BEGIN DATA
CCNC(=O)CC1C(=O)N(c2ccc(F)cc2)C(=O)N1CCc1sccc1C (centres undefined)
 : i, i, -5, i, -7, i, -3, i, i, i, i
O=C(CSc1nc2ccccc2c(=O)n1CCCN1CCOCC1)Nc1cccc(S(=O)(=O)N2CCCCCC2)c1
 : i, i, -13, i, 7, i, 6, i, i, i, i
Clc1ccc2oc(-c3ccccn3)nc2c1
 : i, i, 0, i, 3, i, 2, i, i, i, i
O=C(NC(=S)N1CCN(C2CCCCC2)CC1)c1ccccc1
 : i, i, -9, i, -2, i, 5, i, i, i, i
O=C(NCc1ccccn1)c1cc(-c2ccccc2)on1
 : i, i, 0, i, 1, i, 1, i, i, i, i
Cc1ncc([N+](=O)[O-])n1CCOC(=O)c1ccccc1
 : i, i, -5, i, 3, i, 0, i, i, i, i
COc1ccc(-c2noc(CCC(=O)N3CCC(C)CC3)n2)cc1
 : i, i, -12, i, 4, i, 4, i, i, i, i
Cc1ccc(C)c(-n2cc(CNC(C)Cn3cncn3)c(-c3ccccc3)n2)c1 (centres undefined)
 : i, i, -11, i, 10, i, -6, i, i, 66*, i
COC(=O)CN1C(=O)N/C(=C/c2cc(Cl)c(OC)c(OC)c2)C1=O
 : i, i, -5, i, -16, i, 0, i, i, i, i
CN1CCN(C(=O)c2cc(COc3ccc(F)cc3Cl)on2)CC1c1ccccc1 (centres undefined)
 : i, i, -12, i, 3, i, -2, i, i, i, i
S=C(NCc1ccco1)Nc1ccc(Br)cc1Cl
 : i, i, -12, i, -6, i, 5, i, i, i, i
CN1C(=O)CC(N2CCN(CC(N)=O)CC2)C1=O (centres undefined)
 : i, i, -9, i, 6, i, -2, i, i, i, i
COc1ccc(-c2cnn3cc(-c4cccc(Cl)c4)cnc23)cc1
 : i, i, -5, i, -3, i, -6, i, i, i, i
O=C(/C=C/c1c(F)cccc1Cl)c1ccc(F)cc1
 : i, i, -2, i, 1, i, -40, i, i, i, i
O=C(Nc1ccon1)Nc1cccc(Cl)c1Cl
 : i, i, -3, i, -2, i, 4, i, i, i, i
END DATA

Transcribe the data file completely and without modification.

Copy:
CCNC(=O)CC1C(=O)N(c2ccc(F)cc2)C(=O)N1CCc1sccc1C (centres undefined)
 : i, i, -5, i, -7, i, -3, i, i, i, i
O=C(CSc1nc2ccccc2c(=O)n1CCCN1CCOCC1)Nc1cccc(S(=O)(=O)N2CCCCCC2)c1
 : i, i, -13, i, 7, i, 6, i, i, i, i
Clc1ccc2oc(-c3ccccn3)nc2c1
 : i, i, 0, i, 3, i, 2, i, i, i, i
O=C(NC(=S)N1CCN(C2CCCCC2)CC1)c1ccccc1
 : i, i, -9, i, -2, i, 5, i, i, i, i
O=C(NCc1ccccn1)c1cc(-c2ccccc2)on1
 : i, i, 0, i, 1, i, 1, i, i, i, i
Cc1ncc([N+](=O)[O-])n1CCOC(=O)c1ccccc1
 : i, i, -5, i, 3, i, 0, i, i, i, i
COc1ccc(-c2noc(CCC(=O)N3CCC(C)CC3)n2)cc1
 : i, i, -12, i, 4, i, 4, i, i, i, i
Cc1ccc(C)c(-n2cc(CNC(C)Cn3cncn3)c(-c3ccccc3)n2)c1 (centres undefined)
 : i, i, -11, i, 10, i, -6, i, i, 66*, i
COC(=O)CN1C(=O)N/C(=C/c2cc(Cl)c(OC)c(OC)c2)C1=O
 : i, i, -5, i, -16, i, 0, i, i, i, i
CN1CCN(C(=O)c2cc(COc3ccc(F)cc3Cl)on2)CC1c1ccccc1 (centres undefined)
 : i, i, -12, i, 3, i, -2, i, i, i, i
S=C(NCc1ccco1)Nc1ccc(Br)cc1Cl
 : i, i, -12, i, -6, i, 5, i, i, i, i
CN1C(=O)CC(N2CCN(CC(N)=O)CC2)C1=O (centres undefined)
 : i, i, -9, i, 6, i, -2, i, i, i, i
COc1ccc(-c2cnn3cc(-c4cccc(Cl)c4)cnc23)cc1
 : i, i, -5, i, -3, i, -6, i, i, i, i
O=C(/C=C/c1c(F)cccc1Cl)c1ccc(F)cc1
 : i, i, -2, i, 1, i, -40, i, i, i, i
O=C(Nc1ccon1)Nc1cccc(Cl)c1Cl
 : i, i, -3, i, -2, i, 4, i, i, i, i